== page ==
The Power of Socialization
The Covid-19 pandemic has had many negative side effects, one of the most common being isolation. Isolation and the feeling of loneliness play a huge role in brain health. It is more important now than ever before to stay connected to family, friends, and your community. The following is an excerpt from our Brain Longevity Therapy Training Power of Socialization module on arpf.com.
Isolation’s damaging impact on health is exceedingly well documented in medical research. In fact, it has even been suggested as one of the biggest public health issues of our time, on par with smoking and obesity, as it has clear connections to increased mortality risk and a litany of chronic diseases. And it’s not just physical isolation—such as living alone or lacking a social network—that appears in the literature. Perceived isolation, or the subjective feeling of loneliness, is also linked to a host of medical issues.
In older adults, isolation’s effects are particularly deleterious. For decades, study after study has consistently proven a robust association between isolation and cognitive decline and Alzheimer’s disease. In one oft-cited cohort study, elderly participants with no social connections were 2.37 times more likely to experience cognitive decline compared with their counterparts who had five to six connections. In another, risk for developing Alzheimer’s disease was more than double in those who felt lonely. Studies even conclude that loneliness can spike levels of Interleukin-6, an inflammatory factor implicated in a multitude of age-related disorders, including Alzheimer’s. And the data goes on.
There is a silver lining in these scary stats and facts, and it’s what the Alzheimer’s Research and Prevention Foundation has long known: social engagement throughout later life can prevent or delay the development of Alzheimer’s and cognitive decline.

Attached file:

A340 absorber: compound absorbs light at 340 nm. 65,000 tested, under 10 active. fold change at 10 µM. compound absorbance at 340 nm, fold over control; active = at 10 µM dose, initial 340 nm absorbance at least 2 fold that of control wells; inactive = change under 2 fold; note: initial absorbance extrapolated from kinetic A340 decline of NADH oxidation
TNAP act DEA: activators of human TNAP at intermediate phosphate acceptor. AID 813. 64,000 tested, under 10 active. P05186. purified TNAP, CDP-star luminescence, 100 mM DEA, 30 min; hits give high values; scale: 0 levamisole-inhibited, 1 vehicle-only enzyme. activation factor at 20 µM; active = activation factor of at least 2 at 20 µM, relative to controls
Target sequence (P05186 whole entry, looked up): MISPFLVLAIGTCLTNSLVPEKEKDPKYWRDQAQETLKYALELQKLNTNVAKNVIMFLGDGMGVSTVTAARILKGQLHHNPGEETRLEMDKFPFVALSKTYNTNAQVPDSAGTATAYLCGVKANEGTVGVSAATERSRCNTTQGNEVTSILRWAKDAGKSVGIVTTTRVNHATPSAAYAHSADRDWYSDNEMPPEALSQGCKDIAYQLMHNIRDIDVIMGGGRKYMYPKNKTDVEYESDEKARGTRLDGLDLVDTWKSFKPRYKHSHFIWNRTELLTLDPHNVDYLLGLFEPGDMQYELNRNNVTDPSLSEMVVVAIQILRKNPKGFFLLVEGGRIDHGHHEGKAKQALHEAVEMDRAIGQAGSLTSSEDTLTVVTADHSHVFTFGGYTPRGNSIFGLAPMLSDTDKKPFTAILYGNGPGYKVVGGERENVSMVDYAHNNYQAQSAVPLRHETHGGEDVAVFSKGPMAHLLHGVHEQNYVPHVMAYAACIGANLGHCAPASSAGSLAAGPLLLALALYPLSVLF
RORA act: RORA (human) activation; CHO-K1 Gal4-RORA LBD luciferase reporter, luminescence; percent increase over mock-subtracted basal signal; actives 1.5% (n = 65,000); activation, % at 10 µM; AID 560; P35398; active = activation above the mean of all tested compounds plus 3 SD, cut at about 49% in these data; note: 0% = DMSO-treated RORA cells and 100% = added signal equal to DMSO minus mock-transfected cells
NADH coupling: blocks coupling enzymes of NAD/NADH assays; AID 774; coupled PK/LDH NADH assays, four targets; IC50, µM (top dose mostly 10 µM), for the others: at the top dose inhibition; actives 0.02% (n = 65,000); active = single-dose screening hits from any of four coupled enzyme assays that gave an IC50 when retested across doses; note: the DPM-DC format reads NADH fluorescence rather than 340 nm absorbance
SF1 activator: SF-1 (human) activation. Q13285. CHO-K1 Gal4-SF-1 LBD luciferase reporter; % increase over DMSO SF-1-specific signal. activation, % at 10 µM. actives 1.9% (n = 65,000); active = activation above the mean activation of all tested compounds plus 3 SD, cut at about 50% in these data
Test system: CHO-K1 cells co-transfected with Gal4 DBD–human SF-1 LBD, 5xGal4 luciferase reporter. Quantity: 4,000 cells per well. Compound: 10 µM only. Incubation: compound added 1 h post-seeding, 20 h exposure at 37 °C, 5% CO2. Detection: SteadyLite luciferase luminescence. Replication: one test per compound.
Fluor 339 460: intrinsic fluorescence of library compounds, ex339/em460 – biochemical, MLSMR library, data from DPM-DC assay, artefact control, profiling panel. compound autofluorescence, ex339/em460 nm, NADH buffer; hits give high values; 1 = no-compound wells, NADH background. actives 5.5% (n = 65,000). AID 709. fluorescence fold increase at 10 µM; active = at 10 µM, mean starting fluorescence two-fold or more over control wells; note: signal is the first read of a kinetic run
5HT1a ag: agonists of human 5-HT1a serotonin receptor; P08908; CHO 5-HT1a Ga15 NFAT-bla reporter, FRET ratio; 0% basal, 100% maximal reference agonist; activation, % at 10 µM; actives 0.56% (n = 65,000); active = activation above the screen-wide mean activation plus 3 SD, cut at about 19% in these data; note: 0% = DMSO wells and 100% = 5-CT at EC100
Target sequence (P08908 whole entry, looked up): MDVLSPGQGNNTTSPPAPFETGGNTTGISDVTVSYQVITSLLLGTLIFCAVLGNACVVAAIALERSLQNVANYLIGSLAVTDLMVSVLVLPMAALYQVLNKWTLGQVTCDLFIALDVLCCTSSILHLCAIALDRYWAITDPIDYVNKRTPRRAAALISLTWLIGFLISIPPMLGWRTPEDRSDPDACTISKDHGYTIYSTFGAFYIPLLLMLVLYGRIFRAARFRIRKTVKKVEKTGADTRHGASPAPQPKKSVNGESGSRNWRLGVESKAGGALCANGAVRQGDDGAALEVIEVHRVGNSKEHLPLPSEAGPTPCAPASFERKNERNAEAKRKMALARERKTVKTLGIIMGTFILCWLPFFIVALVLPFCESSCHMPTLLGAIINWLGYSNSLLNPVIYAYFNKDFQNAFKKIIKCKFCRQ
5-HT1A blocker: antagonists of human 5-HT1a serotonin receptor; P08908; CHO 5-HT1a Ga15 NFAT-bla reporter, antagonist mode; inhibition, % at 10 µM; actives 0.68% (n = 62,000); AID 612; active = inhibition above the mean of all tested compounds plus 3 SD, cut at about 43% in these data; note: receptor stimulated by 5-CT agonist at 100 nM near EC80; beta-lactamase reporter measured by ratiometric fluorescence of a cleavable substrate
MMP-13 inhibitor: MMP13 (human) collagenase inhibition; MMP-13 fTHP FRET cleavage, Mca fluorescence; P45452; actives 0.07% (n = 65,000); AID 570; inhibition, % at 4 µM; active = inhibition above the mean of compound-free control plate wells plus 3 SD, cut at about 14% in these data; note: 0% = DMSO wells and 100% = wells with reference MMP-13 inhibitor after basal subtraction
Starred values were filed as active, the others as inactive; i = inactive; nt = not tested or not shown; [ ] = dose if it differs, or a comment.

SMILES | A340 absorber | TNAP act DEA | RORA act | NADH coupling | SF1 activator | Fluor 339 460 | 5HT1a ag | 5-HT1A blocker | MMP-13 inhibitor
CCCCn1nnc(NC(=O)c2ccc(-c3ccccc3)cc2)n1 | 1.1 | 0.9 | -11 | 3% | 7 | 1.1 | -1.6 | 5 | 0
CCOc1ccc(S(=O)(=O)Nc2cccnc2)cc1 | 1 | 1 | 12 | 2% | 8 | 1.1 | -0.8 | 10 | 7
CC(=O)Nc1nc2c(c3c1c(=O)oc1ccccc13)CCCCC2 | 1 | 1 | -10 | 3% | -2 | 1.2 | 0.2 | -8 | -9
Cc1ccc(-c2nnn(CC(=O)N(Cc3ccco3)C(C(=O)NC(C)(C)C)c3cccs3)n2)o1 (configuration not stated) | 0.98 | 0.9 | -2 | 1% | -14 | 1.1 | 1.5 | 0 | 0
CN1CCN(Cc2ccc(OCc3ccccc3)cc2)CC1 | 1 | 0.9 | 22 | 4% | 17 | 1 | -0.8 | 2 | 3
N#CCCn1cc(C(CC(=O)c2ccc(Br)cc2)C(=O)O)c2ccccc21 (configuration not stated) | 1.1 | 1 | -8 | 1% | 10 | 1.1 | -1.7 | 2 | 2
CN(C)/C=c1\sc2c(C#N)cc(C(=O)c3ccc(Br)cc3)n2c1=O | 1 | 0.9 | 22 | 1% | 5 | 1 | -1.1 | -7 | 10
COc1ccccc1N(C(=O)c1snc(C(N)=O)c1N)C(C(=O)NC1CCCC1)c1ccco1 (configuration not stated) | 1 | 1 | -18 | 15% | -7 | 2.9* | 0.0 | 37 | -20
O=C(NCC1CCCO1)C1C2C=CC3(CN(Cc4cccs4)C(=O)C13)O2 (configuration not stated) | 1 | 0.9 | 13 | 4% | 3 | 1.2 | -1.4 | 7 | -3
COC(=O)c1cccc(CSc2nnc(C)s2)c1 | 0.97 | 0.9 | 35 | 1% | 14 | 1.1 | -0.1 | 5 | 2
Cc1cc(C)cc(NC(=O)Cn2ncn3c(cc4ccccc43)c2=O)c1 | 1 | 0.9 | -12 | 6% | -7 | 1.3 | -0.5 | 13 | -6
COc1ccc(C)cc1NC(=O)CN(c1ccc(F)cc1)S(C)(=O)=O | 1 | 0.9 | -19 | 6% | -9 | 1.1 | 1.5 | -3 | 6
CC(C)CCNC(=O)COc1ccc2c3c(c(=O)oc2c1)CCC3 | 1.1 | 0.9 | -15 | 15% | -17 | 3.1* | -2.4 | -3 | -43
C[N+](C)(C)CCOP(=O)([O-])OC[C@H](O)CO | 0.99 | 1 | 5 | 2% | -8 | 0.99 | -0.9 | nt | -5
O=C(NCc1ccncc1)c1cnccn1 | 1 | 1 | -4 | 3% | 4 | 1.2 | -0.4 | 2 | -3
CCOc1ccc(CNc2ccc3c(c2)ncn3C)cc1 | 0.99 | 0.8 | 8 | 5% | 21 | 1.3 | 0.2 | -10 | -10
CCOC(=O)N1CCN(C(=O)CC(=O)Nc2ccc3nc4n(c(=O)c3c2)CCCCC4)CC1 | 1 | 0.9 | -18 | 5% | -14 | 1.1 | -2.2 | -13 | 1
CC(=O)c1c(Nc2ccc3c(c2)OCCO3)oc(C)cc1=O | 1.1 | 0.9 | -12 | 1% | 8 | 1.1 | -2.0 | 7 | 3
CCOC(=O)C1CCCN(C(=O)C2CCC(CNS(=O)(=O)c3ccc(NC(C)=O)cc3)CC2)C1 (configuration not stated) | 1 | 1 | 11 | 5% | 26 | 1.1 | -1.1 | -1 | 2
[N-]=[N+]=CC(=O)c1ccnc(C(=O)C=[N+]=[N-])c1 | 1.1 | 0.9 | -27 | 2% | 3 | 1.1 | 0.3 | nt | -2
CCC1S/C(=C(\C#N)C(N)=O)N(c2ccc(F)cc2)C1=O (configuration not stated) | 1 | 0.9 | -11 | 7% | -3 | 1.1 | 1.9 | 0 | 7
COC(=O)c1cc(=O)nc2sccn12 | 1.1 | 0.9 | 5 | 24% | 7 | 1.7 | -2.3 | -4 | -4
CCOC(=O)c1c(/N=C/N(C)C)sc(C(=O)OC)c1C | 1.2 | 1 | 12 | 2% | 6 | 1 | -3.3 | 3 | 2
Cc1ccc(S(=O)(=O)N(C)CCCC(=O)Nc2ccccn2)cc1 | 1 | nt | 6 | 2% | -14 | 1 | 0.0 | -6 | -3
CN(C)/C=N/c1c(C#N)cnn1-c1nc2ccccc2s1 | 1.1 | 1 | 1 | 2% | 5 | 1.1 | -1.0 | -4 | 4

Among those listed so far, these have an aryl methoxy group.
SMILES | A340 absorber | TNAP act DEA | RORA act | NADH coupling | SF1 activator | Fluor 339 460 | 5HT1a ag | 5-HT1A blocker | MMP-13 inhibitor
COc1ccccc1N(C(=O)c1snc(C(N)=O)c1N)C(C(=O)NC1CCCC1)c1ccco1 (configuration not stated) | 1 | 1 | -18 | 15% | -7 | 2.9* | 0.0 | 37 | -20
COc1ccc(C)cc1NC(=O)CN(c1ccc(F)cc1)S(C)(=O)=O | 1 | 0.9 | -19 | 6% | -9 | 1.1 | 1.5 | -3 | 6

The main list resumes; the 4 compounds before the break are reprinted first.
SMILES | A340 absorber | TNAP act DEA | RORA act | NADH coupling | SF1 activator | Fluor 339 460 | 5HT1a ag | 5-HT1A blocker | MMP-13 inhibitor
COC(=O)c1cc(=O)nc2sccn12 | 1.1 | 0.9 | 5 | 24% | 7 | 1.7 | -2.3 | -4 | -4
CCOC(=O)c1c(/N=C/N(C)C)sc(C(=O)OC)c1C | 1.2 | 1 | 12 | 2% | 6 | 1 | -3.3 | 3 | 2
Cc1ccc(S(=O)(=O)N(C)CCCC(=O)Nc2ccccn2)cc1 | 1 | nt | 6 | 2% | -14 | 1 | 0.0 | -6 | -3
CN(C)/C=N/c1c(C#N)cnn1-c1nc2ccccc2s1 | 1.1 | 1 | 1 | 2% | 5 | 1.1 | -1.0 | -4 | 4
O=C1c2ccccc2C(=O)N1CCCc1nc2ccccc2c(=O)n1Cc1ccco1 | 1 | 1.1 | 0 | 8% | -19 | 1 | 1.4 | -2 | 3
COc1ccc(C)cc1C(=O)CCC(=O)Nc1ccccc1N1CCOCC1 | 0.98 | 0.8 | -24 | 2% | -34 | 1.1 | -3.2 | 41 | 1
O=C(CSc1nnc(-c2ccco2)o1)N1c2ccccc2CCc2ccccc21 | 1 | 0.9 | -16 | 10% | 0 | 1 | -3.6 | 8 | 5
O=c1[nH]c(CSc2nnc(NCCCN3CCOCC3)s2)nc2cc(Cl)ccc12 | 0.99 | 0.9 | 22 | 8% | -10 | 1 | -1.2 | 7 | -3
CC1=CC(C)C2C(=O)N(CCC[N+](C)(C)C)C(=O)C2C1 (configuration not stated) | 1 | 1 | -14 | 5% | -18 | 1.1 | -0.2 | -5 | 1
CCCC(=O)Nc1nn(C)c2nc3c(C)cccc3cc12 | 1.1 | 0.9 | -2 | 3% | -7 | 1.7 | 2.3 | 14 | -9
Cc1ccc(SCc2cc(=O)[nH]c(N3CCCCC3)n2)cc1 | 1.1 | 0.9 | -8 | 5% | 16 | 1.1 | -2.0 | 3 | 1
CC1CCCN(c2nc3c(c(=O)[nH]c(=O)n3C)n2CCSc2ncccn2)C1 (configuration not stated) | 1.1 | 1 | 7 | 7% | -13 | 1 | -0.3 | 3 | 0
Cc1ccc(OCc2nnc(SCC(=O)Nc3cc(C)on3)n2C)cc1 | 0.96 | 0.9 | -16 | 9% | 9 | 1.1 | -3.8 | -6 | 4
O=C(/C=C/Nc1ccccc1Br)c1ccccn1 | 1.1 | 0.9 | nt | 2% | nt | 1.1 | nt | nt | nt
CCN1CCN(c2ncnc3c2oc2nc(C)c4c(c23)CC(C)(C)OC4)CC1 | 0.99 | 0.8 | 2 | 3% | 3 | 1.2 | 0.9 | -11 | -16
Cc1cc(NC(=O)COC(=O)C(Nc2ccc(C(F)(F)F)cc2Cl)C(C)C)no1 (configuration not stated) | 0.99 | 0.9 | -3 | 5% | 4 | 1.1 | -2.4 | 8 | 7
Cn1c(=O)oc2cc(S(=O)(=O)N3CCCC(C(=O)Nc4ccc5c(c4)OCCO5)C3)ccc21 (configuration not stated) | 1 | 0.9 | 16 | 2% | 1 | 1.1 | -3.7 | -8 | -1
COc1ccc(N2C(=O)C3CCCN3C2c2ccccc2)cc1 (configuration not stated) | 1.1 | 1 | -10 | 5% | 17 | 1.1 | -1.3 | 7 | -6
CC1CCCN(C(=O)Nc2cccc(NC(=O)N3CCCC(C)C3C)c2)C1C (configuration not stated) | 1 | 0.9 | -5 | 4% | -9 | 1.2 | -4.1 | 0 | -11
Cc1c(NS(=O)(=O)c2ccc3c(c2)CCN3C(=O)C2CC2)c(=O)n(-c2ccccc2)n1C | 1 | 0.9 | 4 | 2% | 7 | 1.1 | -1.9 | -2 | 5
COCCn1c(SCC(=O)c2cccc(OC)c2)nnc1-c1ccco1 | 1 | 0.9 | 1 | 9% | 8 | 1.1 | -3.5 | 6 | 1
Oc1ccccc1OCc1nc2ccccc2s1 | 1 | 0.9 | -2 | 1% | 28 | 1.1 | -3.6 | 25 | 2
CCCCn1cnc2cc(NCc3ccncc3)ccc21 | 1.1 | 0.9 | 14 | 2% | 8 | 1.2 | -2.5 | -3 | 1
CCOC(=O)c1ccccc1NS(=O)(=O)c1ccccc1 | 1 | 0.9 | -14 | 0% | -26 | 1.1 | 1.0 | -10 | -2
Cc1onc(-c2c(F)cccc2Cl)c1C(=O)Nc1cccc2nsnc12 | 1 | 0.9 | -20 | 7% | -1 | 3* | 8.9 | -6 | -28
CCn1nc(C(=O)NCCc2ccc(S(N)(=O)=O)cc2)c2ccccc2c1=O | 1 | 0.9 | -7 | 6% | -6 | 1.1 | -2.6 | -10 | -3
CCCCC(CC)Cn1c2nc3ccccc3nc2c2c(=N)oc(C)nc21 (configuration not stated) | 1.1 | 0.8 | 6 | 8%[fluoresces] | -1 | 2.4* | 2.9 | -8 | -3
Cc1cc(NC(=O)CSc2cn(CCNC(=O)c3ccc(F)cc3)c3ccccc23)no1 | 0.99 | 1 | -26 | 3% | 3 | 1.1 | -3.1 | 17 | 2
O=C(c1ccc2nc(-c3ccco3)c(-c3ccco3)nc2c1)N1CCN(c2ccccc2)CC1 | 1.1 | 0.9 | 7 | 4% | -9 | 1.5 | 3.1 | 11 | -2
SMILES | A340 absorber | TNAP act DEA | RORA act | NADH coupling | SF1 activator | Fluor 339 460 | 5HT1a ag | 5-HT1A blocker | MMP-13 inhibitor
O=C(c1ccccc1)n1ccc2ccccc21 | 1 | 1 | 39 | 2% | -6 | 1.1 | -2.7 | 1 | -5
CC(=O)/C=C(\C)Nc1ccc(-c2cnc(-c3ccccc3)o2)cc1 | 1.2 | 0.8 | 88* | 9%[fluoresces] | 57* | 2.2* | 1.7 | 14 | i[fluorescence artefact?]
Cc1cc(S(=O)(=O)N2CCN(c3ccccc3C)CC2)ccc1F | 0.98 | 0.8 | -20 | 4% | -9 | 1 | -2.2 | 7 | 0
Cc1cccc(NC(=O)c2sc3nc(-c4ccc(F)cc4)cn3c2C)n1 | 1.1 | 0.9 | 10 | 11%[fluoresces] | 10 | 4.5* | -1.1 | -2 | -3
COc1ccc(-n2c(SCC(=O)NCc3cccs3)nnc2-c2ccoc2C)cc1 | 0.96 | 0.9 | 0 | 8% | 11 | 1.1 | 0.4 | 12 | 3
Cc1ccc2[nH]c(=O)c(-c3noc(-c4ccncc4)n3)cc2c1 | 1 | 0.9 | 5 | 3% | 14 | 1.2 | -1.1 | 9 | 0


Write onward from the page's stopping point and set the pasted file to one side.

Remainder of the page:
Whether it’s connecting with nature or connecting with others, research has shown that socialization plays a major factor in the prevention of age-related cognitive decline. Some prevention-based examples include Sangat (company and fellowship), communing with nature, classes and group activities, among others.
If you would like more information on keeping your brain healthy during times of immense stress and isolation– all while living a lifestyle that is highly successful in preventing Alzheimer’s– please join our BLTT program at arpf.com. It is offered to professionals to enhance their careers and also to individuals who want to have the best brain possible. Everyone can use this information for their own good and for the sake of their loved ones.
“Evidence strongly supports the value of social engagement, mental stimulation, and regular fitness practices in adding quality to life as we age. At Osher Lifelong Learning Institutes (OLLI) at the University of Texas Medical Branch and other OLLIs and lifelong learning programs across the U.S. and elsewhere, aging individuals experience the benefits of participating in a widely diverse array of learning and fitness activities while forming strong bonds with peers in a supportive, welcoming community.
Such lifestyle choices add years to life, but more importantly, they add quality to those years of life.”
– Michelle Sierpina, PhD